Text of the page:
When The Chicago Fire Proved Expansion Teams Can Be Taken Seriously

When The Chicago Fire Proved Expansion Teams Can Be Taken Seriously

Having an expansion team join your league is a good thing. It means enough people want more teams to follow, and more games to watch. However, it doesn’t always feel like a good thing because most expansion teams begin life by taking players away from established franchises. Most of the time, those rosters are patched together with unwanted players, so success isn’t guaranteed, but in 1998 the Chicago Fire changed all of that.

Joining the MLS

The Chicago Fire joined the MLS when one team reigned supreme. The 1990s was the decade where D.C. United dominated the MLS, and the franchise won the first two MLS Cups in 1996 and 1997. Chicago joined the league with the now-defunct Miami Fusion. While big things were not expected from either franchise, it was the team based in Illinois that showed what you could do with great team spirit.

Led by an American legend

Although they didn’t know it at the time, Chicago’s manager, Bob Bradley, would go on to become an American soccer coaching hero. Bradley had spent a season at D.C. United in 1996-97, and took everything he learned with him to Chicago in 1998. The coach was able to bring together his team of players who came from all around the country to surpass expectations.

The regular season

If the Fire was going to win the MLS Cup, the team needed to successfully make it through the regular season. Once the Fire got onto the pitch, it seemed as though they had all been playing together for years. At one stage, Chicago went on an 11-game winning streak that made a mockery of the rest of the MLS.

It was at that stage where the team finally began to believe they had something special on their hands. Denis Hamlett, Bob Bradley’s assistant in the 1998 season, felt that their 11-game streak was the moment the team all came together to make sure they saw things through. The Fire finished second in the Western Conference, meaning they were going to the playoffs.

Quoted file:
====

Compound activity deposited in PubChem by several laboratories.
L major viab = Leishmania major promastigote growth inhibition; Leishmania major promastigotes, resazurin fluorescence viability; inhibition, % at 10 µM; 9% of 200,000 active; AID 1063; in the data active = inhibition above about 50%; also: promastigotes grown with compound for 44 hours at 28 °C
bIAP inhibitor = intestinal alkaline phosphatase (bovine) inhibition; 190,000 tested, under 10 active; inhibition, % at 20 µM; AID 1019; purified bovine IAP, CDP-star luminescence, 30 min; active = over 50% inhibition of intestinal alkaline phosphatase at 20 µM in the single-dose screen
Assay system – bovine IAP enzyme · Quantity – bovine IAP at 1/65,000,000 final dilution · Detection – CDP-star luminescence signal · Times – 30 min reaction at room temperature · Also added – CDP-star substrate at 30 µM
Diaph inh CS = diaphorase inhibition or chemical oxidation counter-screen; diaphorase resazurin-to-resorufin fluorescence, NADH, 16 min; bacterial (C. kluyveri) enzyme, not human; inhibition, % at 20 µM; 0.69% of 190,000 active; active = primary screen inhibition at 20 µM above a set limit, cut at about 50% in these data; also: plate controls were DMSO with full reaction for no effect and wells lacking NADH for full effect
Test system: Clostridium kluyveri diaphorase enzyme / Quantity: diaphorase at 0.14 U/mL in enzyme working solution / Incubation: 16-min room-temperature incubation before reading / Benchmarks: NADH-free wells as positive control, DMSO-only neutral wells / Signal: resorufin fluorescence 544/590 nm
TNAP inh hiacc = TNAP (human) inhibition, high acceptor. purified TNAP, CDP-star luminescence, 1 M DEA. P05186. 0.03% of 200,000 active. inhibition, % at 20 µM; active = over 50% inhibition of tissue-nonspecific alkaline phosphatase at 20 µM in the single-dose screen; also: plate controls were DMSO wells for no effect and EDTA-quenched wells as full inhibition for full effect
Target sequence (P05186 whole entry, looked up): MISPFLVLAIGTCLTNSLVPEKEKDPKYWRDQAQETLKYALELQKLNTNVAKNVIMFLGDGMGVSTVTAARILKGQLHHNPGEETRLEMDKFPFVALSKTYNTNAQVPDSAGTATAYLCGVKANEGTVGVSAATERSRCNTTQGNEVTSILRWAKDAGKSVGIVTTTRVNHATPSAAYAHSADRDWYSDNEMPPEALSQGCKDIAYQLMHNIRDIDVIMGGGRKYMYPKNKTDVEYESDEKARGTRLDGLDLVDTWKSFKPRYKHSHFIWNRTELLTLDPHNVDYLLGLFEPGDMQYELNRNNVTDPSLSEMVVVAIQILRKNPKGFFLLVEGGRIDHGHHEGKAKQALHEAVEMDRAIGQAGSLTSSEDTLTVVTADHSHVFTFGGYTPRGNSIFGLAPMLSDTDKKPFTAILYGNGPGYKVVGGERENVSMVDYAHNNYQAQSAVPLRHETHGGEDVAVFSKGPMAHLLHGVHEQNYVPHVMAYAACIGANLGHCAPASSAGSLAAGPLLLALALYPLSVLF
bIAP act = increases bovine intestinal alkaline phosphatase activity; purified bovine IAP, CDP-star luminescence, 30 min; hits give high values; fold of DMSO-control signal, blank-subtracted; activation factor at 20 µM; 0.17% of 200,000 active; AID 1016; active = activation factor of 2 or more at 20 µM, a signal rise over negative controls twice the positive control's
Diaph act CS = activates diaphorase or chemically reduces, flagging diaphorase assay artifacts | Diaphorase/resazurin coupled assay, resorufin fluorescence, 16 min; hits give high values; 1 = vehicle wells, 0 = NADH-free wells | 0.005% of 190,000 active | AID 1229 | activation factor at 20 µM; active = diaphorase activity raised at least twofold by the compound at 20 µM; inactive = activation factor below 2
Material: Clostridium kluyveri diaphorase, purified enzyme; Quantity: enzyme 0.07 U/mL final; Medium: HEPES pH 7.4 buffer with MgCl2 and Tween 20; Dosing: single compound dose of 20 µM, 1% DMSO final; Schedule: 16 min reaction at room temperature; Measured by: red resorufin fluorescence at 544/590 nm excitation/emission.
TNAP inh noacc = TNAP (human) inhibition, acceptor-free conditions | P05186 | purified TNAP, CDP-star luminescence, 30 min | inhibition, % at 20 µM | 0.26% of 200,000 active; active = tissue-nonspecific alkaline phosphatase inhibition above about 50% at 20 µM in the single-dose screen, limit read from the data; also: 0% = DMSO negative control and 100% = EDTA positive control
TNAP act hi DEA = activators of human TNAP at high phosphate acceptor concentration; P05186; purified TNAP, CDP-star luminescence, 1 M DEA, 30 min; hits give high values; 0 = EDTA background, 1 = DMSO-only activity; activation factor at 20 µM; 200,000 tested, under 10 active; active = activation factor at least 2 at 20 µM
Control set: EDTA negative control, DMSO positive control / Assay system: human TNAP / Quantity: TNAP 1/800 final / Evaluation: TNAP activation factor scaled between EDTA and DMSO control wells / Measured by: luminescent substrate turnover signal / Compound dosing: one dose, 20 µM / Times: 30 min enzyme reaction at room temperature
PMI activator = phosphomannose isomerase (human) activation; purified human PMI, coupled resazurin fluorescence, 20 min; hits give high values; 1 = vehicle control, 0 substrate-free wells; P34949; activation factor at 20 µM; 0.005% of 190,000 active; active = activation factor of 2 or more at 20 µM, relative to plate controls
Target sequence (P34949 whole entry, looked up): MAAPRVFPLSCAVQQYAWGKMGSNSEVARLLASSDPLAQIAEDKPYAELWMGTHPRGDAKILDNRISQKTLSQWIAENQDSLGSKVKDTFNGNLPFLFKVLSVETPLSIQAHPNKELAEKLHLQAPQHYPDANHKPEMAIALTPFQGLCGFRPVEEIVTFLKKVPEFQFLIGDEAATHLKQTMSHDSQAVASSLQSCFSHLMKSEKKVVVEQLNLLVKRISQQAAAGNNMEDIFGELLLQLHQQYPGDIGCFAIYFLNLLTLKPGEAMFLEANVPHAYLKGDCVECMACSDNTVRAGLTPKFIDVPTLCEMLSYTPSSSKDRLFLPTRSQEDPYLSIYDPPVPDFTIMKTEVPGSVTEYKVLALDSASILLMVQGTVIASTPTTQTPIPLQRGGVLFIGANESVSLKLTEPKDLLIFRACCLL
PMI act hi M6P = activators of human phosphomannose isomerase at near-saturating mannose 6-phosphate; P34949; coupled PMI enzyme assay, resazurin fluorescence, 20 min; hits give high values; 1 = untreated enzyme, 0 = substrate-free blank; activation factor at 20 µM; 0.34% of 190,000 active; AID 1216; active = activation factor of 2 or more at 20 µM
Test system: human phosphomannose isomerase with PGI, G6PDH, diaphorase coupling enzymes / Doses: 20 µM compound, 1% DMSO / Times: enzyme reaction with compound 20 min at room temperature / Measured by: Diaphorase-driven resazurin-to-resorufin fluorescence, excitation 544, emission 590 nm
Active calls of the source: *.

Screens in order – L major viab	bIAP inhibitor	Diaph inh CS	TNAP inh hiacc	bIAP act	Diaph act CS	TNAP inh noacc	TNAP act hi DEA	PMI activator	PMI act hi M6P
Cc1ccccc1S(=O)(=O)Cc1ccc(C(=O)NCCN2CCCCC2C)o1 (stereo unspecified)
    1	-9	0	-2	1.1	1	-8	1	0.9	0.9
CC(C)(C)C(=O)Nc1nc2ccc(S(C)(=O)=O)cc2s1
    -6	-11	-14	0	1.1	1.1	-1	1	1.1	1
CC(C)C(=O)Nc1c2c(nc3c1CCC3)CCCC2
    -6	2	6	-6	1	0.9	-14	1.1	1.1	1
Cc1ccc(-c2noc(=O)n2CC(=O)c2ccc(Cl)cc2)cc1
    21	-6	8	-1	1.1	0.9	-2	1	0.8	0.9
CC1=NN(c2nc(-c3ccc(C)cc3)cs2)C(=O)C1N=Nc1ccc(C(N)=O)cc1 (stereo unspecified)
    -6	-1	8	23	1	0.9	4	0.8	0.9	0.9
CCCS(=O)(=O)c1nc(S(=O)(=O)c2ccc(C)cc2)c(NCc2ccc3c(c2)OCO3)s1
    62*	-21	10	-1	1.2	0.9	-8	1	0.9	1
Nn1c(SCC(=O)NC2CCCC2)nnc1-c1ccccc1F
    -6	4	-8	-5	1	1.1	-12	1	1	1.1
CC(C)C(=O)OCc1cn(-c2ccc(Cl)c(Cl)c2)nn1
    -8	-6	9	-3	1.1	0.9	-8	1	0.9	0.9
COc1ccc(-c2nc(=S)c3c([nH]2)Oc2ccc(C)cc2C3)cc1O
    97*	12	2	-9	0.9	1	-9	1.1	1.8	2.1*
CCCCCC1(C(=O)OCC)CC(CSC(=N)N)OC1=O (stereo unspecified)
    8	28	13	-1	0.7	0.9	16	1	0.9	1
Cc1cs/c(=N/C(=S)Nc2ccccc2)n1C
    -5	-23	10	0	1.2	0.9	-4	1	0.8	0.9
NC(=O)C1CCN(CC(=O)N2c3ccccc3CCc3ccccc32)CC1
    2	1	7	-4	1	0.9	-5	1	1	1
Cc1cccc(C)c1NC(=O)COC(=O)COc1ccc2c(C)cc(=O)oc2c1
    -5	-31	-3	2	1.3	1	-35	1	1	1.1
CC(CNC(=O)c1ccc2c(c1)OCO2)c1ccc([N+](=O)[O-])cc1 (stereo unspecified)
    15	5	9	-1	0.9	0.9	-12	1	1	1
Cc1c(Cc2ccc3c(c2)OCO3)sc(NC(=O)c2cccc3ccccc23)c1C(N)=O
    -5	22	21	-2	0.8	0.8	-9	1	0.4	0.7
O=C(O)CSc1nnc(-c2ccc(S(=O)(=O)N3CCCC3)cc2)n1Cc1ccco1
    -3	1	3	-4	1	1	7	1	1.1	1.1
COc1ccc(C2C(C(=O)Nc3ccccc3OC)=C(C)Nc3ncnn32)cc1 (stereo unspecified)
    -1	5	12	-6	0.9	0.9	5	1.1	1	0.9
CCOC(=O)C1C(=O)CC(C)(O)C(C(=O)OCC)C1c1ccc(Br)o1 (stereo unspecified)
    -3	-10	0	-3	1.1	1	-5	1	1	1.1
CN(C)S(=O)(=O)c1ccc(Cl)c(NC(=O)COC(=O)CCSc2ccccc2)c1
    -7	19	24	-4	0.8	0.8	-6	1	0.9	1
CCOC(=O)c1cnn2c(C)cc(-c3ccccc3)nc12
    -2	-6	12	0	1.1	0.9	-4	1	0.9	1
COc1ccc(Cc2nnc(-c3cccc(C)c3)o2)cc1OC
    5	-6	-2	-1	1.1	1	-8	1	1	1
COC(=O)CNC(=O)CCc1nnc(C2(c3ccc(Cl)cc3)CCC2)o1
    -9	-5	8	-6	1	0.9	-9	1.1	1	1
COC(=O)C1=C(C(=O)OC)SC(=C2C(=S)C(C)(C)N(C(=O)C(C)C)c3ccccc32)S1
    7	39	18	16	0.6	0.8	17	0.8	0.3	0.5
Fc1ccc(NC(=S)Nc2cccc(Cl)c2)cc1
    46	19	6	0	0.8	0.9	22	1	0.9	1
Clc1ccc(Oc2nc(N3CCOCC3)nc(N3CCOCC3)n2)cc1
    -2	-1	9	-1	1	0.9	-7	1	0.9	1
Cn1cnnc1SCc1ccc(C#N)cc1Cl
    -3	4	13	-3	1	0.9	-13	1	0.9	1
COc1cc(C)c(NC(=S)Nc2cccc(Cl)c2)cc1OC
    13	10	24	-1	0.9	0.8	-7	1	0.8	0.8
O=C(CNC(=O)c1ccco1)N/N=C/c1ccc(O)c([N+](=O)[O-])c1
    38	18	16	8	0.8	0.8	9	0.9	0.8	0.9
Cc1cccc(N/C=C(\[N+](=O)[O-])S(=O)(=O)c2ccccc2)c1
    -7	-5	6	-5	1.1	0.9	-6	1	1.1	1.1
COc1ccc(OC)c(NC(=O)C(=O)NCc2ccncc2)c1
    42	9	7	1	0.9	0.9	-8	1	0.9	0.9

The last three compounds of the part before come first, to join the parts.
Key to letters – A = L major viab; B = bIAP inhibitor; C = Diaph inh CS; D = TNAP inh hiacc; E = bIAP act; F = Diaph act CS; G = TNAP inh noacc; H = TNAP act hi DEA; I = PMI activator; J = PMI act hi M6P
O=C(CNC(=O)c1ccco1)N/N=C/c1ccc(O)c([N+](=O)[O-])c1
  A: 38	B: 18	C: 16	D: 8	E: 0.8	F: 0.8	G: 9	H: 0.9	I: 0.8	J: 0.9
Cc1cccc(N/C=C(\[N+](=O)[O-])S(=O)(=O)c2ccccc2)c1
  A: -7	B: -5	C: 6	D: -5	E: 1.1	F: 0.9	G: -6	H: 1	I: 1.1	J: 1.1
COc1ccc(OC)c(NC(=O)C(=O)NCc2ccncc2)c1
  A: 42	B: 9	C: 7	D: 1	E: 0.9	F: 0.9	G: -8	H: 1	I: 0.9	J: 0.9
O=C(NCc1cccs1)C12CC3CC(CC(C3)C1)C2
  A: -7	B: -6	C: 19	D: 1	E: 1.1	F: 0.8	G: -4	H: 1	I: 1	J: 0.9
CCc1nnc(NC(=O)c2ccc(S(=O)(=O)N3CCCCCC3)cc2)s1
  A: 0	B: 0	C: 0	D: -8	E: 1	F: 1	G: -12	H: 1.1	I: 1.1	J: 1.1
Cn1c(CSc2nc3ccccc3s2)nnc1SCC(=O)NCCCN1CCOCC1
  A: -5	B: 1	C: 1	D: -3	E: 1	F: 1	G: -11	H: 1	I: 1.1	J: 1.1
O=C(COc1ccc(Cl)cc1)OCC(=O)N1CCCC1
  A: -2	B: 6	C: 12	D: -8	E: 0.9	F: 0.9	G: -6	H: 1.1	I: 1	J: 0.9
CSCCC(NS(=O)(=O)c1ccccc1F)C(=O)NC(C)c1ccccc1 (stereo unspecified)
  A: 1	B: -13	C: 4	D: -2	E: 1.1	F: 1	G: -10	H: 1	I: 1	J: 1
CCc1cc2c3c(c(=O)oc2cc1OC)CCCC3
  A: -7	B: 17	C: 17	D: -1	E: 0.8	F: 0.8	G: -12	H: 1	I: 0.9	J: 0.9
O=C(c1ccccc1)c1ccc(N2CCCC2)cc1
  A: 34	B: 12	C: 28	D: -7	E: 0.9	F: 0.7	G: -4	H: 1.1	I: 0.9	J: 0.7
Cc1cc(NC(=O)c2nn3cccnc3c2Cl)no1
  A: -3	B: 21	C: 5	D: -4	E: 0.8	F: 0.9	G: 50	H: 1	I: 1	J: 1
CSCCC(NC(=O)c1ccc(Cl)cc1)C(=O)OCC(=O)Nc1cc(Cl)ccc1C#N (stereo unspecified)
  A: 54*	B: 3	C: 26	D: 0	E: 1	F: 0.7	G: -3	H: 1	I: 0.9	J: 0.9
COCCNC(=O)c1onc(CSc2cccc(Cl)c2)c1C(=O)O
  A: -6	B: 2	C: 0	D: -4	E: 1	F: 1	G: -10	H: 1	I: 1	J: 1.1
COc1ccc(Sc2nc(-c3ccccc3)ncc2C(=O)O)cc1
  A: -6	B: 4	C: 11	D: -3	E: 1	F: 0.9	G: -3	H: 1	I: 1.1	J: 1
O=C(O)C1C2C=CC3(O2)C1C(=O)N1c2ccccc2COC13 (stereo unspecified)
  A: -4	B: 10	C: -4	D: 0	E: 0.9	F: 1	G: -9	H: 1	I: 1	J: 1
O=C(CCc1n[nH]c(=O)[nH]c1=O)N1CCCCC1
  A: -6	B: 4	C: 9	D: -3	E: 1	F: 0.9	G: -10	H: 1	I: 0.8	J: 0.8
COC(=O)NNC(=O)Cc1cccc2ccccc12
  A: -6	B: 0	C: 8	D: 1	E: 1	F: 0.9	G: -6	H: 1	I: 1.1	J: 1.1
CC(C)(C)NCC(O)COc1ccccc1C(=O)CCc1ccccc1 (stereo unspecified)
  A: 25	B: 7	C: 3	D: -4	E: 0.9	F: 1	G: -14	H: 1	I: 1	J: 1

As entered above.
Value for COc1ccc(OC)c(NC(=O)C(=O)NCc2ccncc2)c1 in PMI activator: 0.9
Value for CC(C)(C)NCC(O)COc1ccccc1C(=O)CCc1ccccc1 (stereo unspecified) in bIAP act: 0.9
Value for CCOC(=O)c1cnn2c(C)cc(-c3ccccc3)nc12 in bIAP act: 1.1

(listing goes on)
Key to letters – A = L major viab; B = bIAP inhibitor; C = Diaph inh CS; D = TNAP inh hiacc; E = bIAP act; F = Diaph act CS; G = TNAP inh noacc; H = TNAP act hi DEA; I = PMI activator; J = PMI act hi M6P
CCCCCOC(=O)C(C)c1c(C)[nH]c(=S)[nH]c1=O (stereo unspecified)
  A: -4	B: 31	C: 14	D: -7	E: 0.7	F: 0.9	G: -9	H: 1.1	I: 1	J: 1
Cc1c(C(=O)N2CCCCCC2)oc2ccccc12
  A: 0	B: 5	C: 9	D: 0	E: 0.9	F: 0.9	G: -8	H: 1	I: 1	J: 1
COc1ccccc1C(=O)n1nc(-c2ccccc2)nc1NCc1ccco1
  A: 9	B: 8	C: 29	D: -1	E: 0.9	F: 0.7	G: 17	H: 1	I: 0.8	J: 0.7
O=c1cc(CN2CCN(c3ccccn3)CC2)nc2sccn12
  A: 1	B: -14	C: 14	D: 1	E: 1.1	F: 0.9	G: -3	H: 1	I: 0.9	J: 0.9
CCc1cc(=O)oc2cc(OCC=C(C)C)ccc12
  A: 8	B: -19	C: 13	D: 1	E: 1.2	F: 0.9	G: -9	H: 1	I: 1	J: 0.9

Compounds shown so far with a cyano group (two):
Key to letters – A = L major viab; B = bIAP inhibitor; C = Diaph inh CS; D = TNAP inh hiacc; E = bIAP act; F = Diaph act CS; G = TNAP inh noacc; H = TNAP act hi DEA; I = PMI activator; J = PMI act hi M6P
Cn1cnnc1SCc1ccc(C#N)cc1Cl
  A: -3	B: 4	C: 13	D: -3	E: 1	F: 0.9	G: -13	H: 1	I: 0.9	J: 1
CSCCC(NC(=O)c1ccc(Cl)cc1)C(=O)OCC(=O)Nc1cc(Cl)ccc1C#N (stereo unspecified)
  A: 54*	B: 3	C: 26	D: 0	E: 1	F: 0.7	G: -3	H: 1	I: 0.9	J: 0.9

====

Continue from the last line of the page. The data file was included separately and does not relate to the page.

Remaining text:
Negotiating the playoffs

The first test for the Fire in the playoffs was a two-game series against the Colorado Rapids, and just like in the regular season, there was no beating Chicago. The Fire went through to the next round of the playoffs, the conference final against the Los Angeles Galaxy. Bradley had installed a mindset in his players that meant they were prepared to work hard for their results.

The final series was best of three, but the Fire only needed two games to seal the conference title and move on to the MLS Cup. The team they would be facing in the MLS Cup was D.C. United, looking for their third title in a row. In a one-off final, Chicago beat D.C. United 2-0 with Jerzy Podbrożny and Diego Gutiérrez scoring the decisive goals. Peter Nowak was the man who set up both of those goals, earning himself the MLS Cup MVP award.

As if sealing victory in the MLS Cup wasn’t enough, the Fire secured a remarkable double by winning the U.S. Open Cup. They showed that expansion teams can be successful, even if it’s not the norm.